If you’re not pressing buttons, you’re not engaged. Some interactive galleries seem to hold the assumption that people don’t have an attention span of more than 10 seconds – that they learn by moving their body in some way, and that they need lights and noise to get them interested. But what about the value of reflection and serious thought, that you can get through the silent contemplation of objects and ideas? You can’t do that when surrounded with flashing buttons.

Interaction often seems to be treated as an end in itself. The objective of the exhibit, and its measure of success, is how many visitors come and whether they get involved. If the visitor is pressing a button, if they are involved in an interactive process, it doesn’t seem to matter what the process is that they are involved in. As long as I build my website in the Wellcome Wing, it does not matter what I put on it (providing it is not defamatory or obscene). I could put utter rubbish up for all anybody would care – the process would still have been a success.

2) New technologies are being used to recreate ‘whole experience’ multimedia displays

In the Museum of London’s recreation of a Roman high street, there is a projection of actors dressed up as a Roman crowd walking past the window.

In the Earth galleries in the Natural History Museum, there is an ‘earthquake experience’, where the floors and walls shake and live earthquake footage is played on a TV screen.

Exhibits such as these re-present knowing as experiencing. Intellectual and abstract knowledge about the exhibits and about science is converted into a version of immediate experience, for visitors’ consumption.

This is misleading. For example, the Museum of London high street Londinium does not give the message: ‘Here is the archaeological evidence about Roman London, these are the intellectual processes we used to try to understand what the evidence told us.’ Instead, it promotes the idea that ‘You are stepping back in time, you are experiencing Roman London’.

New technologies help to give the impression of stepping back in time. But by attempting to give the ‘whole picture’ of the past, these exhibits restrict the role of individual imagination. People need to make their own imaginative leaps about what Roman Britain would have been like.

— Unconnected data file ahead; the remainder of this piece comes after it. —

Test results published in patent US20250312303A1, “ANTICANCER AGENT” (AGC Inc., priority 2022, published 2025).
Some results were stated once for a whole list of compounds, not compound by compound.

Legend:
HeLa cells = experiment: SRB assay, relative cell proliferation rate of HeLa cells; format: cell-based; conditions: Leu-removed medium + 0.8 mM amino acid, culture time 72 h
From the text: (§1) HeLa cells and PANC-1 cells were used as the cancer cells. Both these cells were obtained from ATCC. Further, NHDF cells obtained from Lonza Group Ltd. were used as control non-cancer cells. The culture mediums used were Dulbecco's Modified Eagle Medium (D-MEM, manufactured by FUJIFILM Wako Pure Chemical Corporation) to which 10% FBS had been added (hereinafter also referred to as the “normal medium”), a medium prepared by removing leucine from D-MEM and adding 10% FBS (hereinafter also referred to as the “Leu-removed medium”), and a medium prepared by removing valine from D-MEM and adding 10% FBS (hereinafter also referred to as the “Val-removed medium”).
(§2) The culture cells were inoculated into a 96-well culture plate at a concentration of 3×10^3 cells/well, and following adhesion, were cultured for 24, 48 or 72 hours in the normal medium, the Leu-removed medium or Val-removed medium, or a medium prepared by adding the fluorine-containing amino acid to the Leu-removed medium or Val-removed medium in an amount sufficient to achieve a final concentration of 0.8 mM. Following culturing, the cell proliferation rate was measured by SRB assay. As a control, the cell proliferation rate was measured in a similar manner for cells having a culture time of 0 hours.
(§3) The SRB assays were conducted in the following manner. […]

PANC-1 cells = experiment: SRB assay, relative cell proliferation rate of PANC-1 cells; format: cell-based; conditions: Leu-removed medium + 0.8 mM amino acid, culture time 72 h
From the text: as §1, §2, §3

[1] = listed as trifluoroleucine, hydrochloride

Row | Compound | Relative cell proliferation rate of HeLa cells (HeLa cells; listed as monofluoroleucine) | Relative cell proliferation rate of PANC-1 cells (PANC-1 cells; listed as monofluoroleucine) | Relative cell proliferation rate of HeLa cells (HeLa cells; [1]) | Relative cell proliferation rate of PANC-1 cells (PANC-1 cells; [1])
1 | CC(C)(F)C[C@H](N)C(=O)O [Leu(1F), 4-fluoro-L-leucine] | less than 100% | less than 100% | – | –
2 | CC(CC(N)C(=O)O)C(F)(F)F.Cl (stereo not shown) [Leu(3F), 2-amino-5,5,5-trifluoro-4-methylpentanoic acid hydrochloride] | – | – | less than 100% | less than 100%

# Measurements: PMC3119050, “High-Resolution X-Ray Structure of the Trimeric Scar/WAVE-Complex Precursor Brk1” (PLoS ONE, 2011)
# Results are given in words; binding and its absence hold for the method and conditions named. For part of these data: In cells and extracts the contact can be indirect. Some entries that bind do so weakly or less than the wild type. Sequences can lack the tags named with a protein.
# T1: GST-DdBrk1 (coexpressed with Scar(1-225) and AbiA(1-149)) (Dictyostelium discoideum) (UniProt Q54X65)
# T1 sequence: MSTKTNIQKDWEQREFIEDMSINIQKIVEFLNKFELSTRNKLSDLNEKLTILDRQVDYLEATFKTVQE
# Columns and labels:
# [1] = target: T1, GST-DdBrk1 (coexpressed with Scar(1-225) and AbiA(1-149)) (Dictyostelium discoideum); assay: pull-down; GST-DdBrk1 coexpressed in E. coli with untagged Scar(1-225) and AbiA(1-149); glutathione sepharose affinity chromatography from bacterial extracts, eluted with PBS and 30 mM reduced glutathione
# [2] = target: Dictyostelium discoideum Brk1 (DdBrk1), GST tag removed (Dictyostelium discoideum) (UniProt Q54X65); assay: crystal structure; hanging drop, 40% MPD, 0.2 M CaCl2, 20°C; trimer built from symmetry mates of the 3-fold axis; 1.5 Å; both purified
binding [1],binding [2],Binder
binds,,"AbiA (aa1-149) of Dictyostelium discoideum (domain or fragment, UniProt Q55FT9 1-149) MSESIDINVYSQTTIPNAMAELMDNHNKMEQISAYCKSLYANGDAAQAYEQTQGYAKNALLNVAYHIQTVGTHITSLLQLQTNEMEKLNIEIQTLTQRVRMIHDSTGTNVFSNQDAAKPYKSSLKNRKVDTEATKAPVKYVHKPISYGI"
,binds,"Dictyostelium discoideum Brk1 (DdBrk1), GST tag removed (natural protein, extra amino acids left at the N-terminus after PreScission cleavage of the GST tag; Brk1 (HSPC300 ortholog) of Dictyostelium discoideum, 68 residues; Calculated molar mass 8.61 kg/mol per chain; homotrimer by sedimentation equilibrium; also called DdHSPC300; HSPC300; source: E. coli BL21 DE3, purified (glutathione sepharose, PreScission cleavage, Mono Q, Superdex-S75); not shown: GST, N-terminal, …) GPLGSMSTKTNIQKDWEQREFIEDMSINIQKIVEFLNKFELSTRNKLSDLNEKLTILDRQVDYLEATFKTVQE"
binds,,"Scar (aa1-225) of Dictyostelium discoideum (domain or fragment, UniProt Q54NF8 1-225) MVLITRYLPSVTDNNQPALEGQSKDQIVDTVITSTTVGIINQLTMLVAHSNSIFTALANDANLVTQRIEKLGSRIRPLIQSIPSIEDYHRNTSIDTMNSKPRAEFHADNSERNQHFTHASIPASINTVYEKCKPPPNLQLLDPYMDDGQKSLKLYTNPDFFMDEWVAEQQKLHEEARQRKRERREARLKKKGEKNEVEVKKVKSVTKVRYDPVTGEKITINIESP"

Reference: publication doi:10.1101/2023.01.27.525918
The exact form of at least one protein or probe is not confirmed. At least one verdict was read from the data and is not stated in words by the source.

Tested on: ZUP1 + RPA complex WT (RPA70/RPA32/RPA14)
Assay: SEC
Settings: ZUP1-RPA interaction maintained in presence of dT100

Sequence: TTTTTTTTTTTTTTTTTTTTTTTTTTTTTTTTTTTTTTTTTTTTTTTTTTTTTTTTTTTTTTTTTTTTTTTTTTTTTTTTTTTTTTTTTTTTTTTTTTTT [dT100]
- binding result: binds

3) New technologies are being used by museums in an effort to modernise

Museums today are very concerned to cast off their dusty and dull image, and become ‘modern’ and ‘relevant’ to people’s lives. They try to be noisy and exciting and about the ‘real world’.

In his vision for the government’s Culture Online, New Labour adviser and corporate consultant Charles Leadbeater said that museums must compete with Playstation 2 for children’s attention – they must be as exciting, as fun (3). The idea seems to be that these things are part of popular culture, and people like them, so museums should try to ‘be there’.

This represents a rejection of the collection. Objects are seen as dusty and dull, and distant from people’s lives. After all, people don’t come across Sarcophagi in the street, they don’t keep Roman coins in their kitchens, so why would they want to see these in a museum? Surely that’s just boring, or intimidating? It also represents a rejection of knowledge about the collection, where this is seen as too difficult, and not ‘fun’ enough.

These moves towards museums-as-funhouses threaten to destroy the very basis of museums. Moreover, they will not work. Museums will always be a second-rate Nintendo, because they can never truly have fun for fun’s sake – a certain worthiness or desire to teach something will always lie behind exhibits. I don’t play Nintendo, but I imagine that anybody who had would have found chasing Digidog for 10 minutes even more boring than I did.

If used as tool to further understanding of collections, new technologies could be highly beneficial to museums. But at the moment, digital technologies are being used for the wrong reasons, and as such are contributing to the dumbing down of museums.

From a speech in support of the motion ‘This House believes that the new technologies are contributing to the dumbing-down of museums’ at Beyond the Museum: Working with Collections in the Digital Age at the Oxford Union, Friday 20 April 2000, organised by mda and Oxford University Humanities Computing Unit.

Read on:

Putting objects in their place, by Josie Appleton

Museum autonomy: a thing of the past?, by Josie Appleton

Magna – from steel to feel, by Jim Butcher

(1) See archives on Wooley’s excavations on the British Museum’s Mesopotamia website

(2) See the vision for Culture Online

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Topics Politics